Slain US doctor's colleague recalls deadly attack in Kabul
By Kay Johnson, AP Sunday, April 27, 2014, 12:11 am TWN
KABUL, Afghanistan--It was midmorning at Cure International Hospital in Kabul when Dr. Jerry Umanos took a phone call. He told co-workers he had to meet some guests at the front gate and would be right back.
Minutes later, Umanos and two of his American guests were dead, gunned down by an Afghan police security guard. Another American was wounded.
A day after Thursday's attack at the hospital run by a U.S.-based Christian charity, those colleagues were mourning the pediatrician known as "Dr. Jerry" who treated children and helped train Afghan medical workers.
The identities of the Americans gunned down beside Umanos have not been released, and other details of the latest attack on foreigners in Kabul, such as the motive of the gunman, remain unclear. Two of the dead visitors were described only as a father and son.
Thursday began at the hospital like most other days, with the 57-year-old Chicago pediatrician talking with Afghan doctors and checking on the progress of the 30-40 children who are patients, according to Dr. Noor Ahmad, a physician at Cure. Umanos had been working in Kabul for at least seven years.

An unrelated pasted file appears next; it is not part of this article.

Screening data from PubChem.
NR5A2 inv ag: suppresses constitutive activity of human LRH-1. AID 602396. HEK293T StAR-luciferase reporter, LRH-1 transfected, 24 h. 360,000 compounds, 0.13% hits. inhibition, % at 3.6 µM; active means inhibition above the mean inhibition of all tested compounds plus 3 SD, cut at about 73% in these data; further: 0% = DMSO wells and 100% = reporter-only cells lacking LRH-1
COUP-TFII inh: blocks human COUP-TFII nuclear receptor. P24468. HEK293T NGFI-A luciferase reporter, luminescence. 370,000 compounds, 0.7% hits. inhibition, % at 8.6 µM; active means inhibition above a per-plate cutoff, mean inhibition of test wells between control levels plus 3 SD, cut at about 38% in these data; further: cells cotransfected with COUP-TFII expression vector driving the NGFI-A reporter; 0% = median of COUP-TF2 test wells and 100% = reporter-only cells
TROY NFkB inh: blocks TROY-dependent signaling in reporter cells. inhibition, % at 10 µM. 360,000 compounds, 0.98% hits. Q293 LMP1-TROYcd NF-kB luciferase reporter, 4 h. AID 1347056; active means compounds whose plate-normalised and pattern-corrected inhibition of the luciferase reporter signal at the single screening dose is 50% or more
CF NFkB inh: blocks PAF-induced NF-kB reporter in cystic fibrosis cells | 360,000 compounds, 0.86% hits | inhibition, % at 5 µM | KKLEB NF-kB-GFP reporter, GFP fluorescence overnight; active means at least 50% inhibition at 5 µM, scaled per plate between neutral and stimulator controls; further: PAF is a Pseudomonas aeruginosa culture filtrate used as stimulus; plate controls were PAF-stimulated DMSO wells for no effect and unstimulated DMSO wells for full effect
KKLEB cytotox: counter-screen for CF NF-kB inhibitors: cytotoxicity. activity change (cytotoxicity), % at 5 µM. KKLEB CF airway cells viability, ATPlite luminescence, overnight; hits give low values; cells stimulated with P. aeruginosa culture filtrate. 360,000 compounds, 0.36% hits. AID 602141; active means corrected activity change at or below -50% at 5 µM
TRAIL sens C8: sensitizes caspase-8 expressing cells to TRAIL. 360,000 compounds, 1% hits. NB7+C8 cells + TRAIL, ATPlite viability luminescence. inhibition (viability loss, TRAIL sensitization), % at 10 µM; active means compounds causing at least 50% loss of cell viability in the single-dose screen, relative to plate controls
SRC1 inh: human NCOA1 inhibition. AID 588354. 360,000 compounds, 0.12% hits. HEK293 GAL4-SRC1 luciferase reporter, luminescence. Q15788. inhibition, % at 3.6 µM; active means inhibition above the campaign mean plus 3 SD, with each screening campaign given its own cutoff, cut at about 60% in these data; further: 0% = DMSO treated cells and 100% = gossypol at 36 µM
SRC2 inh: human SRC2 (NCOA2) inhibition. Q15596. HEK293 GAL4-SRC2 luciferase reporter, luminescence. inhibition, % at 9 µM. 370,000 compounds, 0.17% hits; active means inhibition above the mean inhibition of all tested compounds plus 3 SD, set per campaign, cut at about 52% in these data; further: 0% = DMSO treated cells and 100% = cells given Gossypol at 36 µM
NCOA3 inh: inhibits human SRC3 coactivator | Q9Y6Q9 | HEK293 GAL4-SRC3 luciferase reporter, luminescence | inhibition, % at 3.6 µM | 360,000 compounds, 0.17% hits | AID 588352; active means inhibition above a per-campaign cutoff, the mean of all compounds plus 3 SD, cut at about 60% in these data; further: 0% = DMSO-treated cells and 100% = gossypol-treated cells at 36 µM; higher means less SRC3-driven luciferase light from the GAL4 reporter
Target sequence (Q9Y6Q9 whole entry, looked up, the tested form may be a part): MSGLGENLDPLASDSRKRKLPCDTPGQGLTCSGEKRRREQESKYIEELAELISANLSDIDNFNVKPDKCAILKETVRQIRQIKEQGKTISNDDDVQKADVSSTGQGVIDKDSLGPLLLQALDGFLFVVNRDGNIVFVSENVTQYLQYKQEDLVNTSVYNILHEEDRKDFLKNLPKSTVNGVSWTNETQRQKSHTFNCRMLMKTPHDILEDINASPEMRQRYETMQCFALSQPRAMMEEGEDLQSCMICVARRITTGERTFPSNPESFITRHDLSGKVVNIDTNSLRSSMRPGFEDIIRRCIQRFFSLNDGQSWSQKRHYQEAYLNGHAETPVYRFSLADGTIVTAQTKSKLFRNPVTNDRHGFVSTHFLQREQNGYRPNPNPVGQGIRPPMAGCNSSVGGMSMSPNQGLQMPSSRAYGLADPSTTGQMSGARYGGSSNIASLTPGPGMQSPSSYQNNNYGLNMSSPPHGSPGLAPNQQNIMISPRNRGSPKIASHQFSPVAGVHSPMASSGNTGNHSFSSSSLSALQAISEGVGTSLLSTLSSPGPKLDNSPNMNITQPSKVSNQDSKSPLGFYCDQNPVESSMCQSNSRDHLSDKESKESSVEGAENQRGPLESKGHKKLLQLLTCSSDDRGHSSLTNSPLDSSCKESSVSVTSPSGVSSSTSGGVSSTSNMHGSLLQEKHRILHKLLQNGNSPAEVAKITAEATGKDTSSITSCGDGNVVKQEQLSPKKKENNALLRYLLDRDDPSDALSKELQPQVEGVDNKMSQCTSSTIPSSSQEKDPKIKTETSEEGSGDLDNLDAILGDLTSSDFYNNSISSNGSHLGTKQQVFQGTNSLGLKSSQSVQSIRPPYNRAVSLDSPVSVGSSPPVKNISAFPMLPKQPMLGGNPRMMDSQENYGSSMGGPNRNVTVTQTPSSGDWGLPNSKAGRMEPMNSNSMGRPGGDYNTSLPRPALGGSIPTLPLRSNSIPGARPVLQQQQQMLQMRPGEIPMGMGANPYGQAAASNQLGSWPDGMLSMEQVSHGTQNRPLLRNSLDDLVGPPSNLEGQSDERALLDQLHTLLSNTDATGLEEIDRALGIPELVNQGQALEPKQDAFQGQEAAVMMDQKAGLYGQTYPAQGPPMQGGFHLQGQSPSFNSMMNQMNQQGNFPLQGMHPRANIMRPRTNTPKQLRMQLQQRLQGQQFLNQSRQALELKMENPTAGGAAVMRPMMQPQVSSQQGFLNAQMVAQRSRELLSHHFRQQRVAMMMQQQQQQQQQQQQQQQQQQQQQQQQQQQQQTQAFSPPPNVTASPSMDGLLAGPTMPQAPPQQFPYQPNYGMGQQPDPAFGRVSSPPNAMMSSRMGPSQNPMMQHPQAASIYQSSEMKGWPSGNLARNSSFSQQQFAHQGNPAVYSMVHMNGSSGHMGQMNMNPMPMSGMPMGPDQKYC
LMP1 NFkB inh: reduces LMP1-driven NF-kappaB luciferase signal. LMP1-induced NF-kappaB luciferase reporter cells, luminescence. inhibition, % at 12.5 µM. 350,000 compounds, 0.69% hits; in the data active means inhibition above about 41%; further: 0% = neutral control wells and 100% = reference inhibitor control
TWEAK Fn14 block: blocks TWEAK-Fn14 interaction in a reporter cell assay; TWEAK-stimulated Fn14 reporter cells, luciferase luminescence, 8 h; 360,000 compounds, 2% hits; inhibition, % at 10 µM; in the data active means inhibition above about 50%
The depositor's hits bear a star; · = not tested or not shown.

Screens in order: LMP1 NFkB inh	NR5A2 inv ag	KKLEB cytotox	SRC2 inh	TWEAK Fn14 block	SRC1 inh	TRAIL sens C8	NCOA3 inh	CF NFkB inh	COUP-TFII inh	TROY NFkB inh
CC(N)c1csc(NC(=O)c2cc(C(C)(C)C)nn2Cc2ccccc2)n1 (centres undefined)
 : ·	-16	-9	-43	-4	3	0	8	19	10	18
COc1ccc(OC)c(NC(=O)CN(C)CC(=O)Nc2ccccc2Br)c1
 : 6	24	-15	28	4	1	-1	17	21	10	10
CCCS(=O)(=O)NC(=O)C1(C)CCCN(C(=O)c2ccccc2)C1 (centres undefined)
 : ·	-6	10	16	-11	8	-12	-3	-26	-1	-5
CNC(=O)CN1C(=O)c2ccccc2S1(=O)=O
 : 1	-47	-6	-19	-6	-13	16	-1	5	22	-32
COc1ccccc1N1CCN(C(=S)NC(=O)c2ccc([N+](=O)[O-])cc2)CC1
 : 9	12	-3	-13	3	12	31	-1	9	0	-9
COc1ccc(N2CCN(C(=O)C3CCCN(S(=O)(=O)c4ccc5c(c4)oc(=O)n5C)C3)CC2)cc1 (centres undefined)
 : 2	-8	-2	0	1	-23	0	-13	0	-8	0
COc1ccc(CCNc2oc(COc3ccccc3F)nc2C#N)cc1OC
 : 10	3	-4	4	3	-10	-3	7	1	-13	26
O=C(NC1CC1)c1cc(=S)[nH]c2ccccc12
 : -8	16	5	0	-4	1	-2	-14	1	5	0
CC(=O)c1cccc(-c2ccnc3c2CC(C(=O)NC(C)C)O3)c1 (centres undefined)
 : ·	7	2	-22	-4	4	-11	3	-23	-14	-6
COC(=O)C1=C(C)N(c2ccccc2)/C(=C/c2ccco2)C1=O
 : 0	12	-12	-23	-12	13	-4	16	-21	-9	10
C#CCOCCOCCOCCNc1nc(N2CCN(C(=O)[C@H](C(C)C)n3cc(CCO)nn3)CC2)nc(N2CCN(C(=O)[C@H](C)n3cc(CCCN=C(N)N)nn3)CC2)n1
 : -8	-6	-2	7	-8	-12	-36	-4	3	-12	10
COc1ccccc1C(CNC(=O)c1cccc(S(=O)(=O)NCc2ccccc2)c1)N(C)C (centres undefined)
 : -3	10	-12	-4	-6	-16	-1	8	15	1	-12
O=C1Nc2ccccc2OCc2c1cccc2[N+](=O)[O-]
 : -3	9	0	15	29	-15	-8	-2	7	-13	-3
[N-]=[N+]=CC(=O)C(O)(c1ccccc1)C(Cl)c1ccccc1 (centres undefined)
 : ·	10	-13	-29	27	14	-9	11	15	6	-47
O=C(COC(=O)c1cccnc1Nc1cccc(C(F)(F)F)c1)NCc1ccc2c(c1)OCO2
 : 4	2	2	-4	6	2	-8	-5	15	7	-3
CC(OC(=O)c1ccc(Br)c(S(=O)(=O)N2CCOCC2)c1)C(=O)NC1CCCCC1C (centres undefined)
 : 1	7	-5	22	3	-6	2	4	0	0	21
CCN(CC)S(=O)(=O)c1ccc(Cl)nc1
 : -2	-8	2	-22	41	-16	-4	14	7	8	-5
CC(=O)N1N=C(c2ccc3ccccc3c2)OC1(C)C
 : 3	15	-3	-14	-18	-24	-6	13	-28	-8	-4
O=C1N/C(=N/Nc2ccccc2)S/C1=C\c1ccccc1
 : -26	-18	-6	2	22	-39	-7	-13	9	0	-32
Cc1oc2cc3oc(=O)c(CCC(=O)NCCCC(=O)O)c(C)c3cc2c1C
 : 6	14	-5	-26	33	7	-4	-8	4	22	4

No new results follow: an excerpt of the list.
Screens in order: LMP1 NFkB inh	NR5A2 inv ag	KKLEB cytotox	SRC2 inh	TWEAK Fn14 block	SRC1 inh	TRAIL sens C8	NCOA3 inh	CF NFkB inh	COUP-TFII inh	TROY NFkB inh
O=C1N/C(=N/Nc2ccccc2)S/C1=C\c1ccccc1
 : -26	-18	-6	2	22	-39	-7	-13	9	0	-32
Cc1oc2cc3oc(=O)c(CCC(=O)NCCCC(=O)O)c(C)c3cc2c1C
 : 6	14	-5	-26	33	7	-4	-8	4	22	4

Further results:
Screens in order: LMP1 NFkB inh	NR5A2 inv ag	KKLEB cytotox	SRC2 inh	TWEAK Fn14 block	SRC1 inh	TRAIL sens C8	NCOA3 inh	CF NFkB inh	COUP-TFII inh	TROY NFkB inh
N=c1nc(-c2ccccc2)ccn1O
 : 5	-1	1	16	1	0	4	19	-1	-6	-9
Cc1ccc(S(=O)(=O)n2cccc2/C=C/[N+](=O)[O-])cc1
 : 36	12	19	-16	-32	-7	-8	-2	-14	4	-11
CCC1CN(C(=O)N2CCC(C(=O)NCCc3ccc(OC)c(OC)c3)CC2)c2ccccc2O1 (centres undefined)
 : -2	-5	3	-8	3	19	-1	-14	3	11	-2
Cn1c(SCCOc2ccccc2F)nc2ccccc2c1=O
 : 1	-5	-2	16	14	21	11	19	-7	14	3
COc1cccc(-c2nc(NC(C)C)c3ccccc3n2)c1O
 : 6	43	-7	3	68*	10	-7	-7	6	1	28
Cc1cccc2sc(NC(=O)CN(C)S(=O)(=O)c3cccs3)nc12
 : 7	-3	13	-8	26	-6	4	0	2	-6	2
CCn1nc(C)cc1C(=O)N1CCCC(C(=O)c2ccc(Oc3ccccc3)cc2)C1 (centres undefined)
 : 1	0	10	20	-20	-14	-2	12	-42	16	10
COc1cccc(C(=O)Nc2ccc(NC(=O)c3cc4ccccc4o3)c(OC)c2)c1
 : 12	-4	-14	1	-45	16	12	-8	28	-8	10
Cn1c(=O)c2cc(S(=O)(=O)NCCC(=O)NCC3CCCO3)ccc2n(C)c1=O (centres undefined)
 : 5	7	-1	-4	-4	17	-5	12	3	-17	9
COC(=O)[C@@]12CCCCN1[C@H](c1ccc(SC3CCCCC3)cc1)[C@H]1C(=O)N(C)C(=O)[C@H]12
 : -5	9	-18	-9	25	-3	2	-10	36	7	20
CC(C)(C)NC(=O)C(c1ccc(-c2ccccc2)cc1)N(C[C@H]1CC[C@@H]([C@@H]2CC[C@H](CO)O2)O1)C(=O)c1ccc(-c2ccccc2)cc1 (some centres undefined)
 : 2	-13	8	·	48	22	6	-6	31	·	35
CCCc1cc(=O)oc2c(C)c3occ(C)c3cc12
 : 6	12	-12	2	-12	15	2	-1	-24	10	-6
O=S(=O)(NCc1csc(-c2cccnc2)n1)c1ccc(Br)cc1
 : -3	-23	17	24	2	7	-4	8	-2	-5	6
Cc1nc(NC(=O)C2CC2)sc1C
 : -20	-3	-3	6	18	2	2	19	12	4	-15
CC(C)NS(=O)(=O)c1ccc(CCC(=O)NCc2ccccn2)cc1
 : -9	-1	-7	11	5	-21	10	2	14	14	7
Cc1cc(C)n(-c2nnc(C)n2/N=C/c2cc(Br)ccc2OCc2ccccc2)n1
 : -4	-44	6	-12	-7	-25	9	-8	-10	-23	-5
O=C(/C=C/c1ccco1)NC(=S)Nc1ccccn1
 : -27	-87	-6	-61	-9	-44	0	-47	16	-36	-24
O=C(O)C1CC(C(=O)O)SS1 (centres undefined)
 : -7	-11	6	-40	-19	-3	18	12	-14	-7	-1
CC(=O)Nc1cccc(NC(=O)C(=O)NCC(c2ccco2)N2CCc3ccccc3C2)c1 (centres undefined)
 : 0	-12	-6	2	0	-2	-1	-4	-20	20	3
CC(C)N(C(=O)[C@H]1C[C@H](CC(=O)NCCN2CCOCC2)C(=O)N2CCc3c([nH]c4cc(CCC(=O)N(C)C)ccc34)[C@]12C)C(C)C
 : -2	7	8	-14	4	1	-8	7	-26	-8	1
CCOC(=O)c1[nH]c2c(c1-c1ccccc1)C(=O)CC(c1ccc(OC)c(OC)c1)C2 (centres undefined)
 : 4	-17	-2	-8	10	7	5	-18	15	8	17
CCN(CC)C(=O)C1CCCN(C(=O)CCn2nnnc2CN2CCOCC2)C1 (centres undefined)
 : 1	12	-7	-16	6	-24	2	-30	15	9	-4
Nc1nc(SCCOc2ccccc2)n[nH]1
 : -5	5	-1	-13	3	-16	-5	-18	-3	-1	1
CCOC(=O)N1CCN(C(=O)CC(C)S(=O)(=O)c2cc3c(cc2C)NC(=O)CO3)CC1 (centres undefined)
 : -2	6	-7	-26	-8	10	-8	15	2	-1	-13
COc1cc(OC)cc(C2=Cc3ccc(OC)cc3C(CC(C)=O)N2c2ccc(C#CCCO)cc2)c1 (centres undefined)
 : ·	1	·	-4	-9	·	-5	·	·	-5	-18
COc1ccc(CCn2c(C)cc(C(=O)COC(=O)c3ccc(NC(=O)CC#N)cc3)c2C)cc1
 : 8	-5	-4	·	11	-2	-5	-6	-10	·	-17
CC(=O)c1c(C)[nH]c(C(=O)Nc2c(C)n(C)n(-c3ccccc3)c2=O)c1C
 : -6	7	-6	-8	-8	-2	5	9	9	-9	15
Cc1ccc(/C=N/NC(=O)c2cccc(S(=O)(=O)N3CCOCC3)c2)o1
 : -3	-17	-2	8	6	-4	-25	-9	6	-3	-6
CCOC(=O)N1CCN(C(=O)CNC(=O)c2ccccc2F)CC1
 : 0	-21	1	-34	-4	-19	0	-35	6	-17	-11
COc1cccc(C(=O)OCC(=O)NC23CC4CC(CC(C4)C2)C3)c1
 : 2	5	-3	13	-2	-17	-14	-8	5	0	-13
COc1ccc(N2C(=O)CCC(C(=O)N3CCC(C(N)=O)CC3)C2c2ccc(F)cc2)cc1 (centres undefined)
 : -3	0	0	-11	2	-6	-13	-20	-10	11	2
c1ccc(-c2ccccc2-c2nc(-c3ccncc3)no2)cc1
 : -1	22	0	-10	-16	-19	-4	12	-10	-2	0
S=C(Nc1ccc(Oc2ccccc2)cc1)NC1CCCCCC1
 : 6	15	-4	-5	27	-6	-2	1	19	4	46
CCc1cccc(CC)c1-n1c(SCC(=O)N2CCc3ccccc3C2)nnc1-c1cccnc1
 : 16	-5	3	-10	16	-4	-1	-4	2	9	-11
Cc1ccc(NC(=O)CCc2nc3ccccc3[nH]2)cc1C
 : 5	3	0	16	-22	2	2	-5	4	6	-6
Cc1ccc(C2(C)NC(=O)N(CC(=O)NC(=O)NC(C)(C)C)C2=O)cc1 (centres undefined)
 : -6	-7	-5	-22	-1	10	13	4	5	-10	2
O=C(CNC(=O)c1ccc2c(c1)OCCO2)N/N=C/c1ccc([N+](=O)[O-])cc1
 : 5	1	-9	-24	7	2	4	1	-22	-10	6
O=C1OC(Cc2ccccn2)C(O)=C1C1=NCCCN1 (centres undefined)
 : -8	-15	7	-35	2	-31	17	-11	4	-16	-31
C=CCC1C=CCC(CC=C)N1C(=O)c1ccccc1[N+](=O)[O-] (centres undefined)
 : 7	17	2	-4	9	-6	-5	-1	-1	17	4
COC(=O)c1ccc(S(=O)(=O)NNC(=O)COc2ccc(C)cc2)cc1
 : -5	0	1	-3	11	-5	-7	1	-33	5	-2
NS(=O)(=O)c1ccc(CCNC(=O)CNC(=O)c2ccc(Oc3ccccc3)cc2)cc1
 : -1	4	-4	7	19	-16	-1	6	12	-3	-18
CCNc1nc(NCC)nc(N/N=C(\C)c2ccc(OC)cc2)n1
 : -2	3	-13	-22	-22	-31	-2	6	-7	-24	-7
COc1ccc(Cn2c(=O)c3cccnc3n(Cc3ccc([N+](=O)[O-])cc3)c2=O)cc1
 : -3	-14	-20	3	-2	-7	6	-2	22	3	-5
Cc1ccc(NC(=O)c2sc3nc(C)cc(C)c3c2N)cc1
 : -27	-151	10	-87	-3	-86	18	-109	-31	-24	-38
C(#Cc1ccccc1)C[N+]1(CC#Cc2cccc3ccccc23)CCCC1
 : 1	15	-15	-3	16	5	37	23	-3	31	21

No one thought much about it when he received a call to come to the hospital's front gate to escort some visitors inside, Ahmad said.
"Then, inside the hospital, a terrible sound of guns was heard," he said.
By the time terrified staff reached the scene, Umanos and two other men were dead, and an American woman was wounded in the left hand and chest, Ahmad said. He said he never learned who the visitors were but assumed they were trainers for a disaster preparedness course the hospital was planning for Sunday.
"It's very terrible. I didn't sleep last night," Ahmad said.
Cure International Hospital has about 100 beds and a staff of 26 doctors and 64 nurses. It is located on the western outskirts of Kabul, near the hollowed-out ruins of Darulaman Palace that was destroyed by the civil war in the 1990s.
The hospital compound has a front gate and a security post set about 50 meters (yards) back, with the main building set farther back in a courtyard.
Umanos went to the gate at about 9:50 a.m. to greet and sign in his visitors, said Hafiz Khan, police chief of Kabul's District 6.
As the party walked toward the hospital and approached the security post, the police guard raised his Kalashnikov rifle and opened fire, Khan said.
"After that, he put the barrel of the Kalashnikov to his stomach and shot himself," Khan said, confirming the account by Cure International. Earlier, an Afghan police spokesman had said the attacker was shot by other security forces.
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